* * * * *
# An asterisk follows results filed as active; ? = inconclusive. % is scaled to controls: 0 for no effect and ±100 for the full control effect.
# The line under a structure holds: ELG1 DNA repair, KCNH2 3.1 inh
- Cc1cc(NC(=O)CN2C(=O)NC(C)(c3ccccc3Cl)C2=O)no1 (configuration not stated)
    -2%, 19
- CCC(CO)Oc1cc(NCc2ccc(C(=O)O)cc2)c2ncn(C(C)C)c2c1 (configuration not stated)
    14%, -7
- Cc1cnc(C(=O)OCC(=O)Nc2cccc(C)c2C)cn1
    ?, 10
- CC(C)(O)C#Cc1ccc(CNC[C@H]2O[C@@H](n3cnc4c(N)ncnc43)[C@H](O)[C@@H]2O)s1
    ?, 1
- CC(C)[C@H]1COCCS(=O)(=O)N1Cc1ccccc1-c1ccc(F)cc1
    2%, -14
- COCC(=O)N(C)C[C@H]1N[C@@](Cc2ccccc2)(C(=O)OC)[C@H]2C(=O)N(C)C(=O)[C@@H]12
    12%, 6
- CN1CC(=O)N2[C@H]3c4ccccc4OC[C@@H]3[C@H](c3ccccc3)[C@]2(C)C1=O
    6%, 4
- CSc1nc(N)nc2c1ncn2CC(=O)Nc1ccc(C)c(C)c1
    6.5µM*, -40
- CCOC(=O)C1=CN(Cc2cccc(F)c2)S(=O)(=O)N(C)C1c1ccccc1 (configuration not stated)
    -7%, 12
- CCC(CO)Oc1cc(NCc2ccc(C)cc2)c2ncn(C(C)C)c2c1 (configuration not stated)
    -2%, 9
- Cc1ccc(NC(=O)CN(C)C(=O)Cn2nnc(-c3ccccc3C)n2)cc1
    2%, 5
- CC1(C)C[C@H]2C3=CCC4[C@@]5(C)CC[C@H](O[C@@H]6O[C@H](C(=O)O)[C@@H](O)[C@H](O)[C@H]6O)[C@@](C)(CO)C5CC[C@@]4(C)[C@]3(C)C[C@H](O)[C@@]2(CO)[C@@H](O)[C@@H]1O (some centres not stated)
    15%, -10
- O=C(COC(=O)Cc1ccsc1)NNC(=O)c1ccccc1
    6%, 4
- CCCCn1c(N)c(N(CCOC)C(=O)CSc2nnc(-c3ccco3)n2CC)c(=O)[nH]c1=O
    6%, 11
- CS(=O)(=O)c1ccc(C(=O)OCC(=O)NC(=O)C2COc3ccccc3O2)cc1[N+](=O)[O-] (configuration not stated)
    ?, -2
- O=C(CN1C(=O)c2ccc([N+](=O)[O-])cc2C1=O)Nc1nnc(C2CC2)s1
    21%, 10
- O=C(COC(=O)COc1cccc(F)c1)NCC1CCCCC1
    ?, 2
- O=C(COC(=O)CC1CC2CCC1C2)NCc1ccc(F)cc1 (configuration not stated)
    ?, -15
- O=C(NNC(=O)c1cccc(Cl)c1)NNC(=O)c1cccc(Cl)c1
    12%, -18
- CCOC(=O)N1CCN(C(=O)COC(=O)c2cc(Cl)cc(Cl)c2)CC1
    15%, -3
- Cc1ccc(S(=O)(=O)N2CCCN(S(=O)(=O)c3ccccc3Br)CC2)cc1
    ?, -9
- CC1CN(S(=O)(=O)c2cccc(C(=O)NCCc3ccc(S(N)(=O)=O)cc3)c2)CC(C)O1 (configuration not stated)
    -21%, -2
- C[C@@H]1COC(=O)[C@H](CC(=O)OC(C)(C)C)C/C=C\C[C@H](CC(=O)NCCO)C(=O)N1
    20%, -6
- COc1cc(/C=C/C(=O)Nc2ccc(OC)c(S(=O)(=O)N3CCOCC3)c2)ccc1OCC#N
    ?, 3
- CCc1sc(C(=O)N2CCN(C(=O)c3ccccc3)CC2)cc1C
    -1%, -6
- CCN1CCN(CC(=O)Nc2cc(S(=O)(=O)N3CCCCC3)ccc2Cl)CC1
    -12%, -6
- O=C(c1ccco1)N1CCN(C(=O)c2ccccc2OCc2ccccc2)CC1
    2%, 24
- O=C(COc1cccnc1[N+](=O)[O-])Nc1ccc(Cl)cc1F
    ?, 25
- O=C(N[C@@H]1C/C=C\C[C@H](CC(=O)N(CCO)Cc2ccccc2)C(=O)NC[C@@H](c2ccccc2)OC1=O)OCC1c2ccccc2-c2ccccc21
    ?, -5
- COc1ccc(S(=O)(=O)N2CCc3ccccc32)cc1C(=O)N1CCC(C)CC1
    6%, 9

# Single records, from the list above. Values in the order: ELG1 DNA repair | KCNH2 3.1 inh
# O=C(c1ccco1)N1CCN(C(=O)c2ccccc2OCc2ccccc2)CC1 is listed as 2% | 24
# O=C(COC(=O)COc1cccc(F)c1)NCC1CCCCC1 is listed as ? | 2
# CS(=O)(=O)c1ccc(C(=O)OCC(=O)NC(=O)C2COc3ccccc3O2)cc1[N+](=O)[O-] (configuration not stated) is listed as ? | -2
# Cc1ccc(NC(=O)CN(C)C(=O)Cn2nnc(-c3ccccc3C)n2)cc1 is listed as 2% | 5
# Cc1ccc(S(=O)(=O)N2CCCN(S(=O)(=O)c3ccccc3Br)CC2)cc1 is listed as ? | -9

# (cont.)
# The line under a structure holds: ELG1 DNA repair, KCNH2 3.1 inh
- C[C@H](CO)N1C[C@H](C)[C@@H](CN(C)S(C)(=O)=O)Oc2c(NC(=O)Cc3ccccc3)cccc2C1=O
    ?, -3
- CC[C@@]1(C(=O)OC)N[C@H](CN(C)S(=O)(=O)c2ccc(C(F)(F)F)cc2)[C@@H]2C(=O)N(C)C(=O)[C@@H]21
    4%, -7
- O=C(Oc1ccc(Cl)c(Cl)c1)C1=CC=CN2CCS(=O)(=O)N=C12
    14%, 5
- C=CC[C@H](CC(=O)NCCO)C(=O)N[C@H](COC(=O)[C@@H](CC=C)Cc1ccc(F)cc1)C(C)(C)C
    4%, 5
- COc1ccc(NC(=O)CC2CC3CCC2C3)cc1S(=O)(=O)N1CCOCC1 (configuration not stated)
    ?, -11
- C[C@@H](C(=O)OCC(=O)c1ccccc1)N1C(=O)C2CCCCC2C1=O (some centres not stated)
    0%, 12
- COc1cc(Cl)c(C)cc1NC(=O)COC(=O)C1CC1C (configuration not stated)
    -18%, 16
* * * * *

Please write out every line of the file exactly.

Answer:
# An asterisk follows results filed as active; ? = inconclusive. % is scaled to controls: 0 for no effect and ±100 for the full control effect.
# The line under a structure holds: ELG1 DNA repair, KCNH2 3.1 inh
- Cc1cc(NC(=O)CN2C(=O)NC(C)(c3ccccc3Cl)C2=O)no1 (configuration not stated)
    -2%, 19
- CCC(CO)Oc1cc(NCc2ccc(C(=O)O)cc2)c2ncn(C(C)C)c2c1 (configuration not stated)
    14%, -7
- Cc1cnc(C(=O)OCC(=O)Nc2cccc(C)c2C)cn1
    ?, 10
- CC(C)(O)C#Cc1ccc(CNC[C@H]2O[C@@H](n3cnc4c(N)ncnc43)[C@H](O)[C@@H]2O)s1
    ?, 1
- CC(C)[C@H]1COCCS(=O)(=O)N1Cc1ccccc1-c1ccc(F)cc1
    2%, -14
- COCC(=O)N(C)C[C@H]1N[C@@](Cc2ccccc2)(C(=O)OC)[C@H]2C(=O)N(C)C(=O)[C@@H]12
    12%, 6
- CN1CC(=O)N2[C@H]3c4ccccc4OC[C@@H]3[C@H](c3ccccc3)[C@]2(C)C1=O
    6%, 4
- CSc1nc(N)nc2c1ncn2CC(=O)Nc1ccc(C)c(C)c1
    6.5µM*, -40
- CCOC(=O)C1=CN(Cc2cccc(F)c2)S(=O)(=O)N(C)C1c1ccccc1 (configuration not stated)
    -7%, 12
- CCC(CO)Oc1cc(NCc2ccc(C)cc2)c2ncn(C(C)C)c2c1 (configuration not stated)
    -2%, 9
- Cc1ccc(NC(=O)CN(C)C(=O)Cn2nnc(-c3ccccc3C)n2)cc1
    2%, 5
- CC1(C)C[C@H]2C3=CCC4[C@@]5(C)CC[C@H](O[C@@H]6O[C@H](C(=O)O)[C@@H](O)[C@H](O)[C@H]6O)[C@@](C)(CO)C5CC[C@@]4(C)[C@]3(C)C[C@H](O)[C@@]2(CO)[C@@H](O)[C@@H]1O (some centres not stated)
    15%, -10
- O=C(COC(=O)Cc1ccsc1)NNC(=O)c1ccccc1
    6%, 4
- CCCCn1c(N)c(N(CCOC)C(=O)CSc2nnc(-c3ccco3)n2CC)c(=O)[nH]c1=O
    6%, 11
- CS(=O)(=O)c1ccc(C(=O)OCC(=O)NC(=O)C2COc3ccccc3O2)cc1[N+](=O)[O-] (configuration not stated)
    ?, -2
- O=C(CN1C(=O)c2ccc([N+](=O)[O-])cc2C1=O)Nc1nnc(C2CC2)s1
    21%, 10
- O=C(COC(=O)COc1cccc(F)c1)NCC1CCCCC1
    ?, 2
- O=C(COC(=O)CC1CC2CCC1C2)NCc1ccc(F)cc1 (configuration not stated)
    ?, -15
- O=C(NNC(=O)c1cccc(Cl)c1)NNC(=O)c1cccc(Cl)c1
    12%, -18
- CCOC(=O)N1CCN(C(=O)COC(=O)c2cc(Cl)cc(Cl)c2)CC1
    15%, -3
- Cc1ccc(S(=O)(=O)N2CCCN(S(=O)(=O)c3ccccc3Br)CC2)cc1
    ?, -9
- CC1CN(S(=O)(=O)c2cccc(C(=O)NCCc3ccc(S(N)(=O)=O)cc3)c2)CC(C)O1 (configuration not stated)
    -21%, -2
- C[C@@H]1COC(=O)[C@H](CC(=O)OC(C)(C)C)C/C=C\C[C@H](CC(=O)NCCO)C(=O)N1
    20%, -6
- COc1cc(/C=C/C(=O)Nc2ccc(OC)c(S(=O)(=O)N3CCOCC3)c2)ccc1OCC#N
    ?, 3
- CCc1sc(C(=O)N2CCN(C(=O)c3ccccc3)CC2)cc1C
    -1%, -6
- CCN1CCN(CC(=O)Nc2cc(S(=O)(=O)N3CCCCC3)ccc2Cl)CC1
    -12%, -6
- O=C(c1ccco1)N1CCN(C(=O)c2ccccc2OCc2ccccc2)CC1
    2%, 24
- O=C(COc1cccnc1[N+](=O)[O-])Nc1ccc(Cl)cc1F
    ?, 25
- O=C(N[C@@H]1C/C=C\C[C@H](CC(=O)N(CCO)Cc2ccccc2)C(=O)NC[C@@H](c2ccccc2)OC1=O)OCC1c2ccccc2-c2ccccc21
    ?, -5
- COc1ccc(S(=O)(=O)N2CCc3ccccc32)cc1C(=O)N1CCC(C)CC1
    6%, 9

# Single records, from the list above. Values in the order: ELG1 DNA repair | KCNH2 3.1 inh
# O=C(c1ccco1)N1CCN(C(=O)c2ccccc2OCc2ccccc2)CC1 is listed as 2% | 24
# O=C(COC(=O)COc1cccc(F)c1)NCC1CCCCC1 is listed as ? | 2
# CS(=O)(=O)c1ccc(C(=O)OCC(=O)NC(=O)C2COc3ccccc3O2)cc1[N+](=O)[O-] (configuration not stated) is listed as ? | -2
# Cc1ccc(NC(=O)CN(C)C(=O)Cn2nnc(-c3ccccc3C)n2)cc1 is listed as 2% | 5
# Cc1ccc(S(=O)(=O)N2CCCN(S(=O)(=O)c3ccccc3Br)CC2)cc1 is listed as ? | -9

# (cont.)
# The line under a structure holds: ELG1 DNA repair, KCNH2 3.1 inh
- C[C@H](CO)N1C[C@H](C)[C@@H](CN(C)S(C)(=O)=O)Oc2c(NC(=O)Cc3ccccc3)cccc2C1=O
    ?, -3
- CC[C@@]1(C(=O)OC)N[C@H](CN(C)S(=O)(=O)c2ccc(C(F)(F)F)cc2)[C@@H]2C(=O)N(C)C(=O)[C@@H]21
    4%, -7
- O=C(Oc1ccc(Cl)c(Cl)c1)C1=CC=CN2CCS(=O)(=O)N=C12
    14%, 5
- C=CC[C@H](CC(=O)NCCO)C(=O)N[C@H](COC(=O)[C@@H](CC=C)Cc1ccc(F)cc1)C(C)(C)C
    4%, 5
- COc1ccc(NC(=O)CC2CC3CCC2C3)cc1S(=O)(=O)N1CCOCC1 (configuration not stated)
    ?, -11
- C[C@@H](C(=O)OCC(=O)c1ccccc1)N1C(=O)C2CCCCC2C1=O (some centres not stated)
    0%, 12
- COc1cc(Cl)c(C)cc1NC(=O)COC(=O)C1CC1C (configuration not stated)
    -18%, 16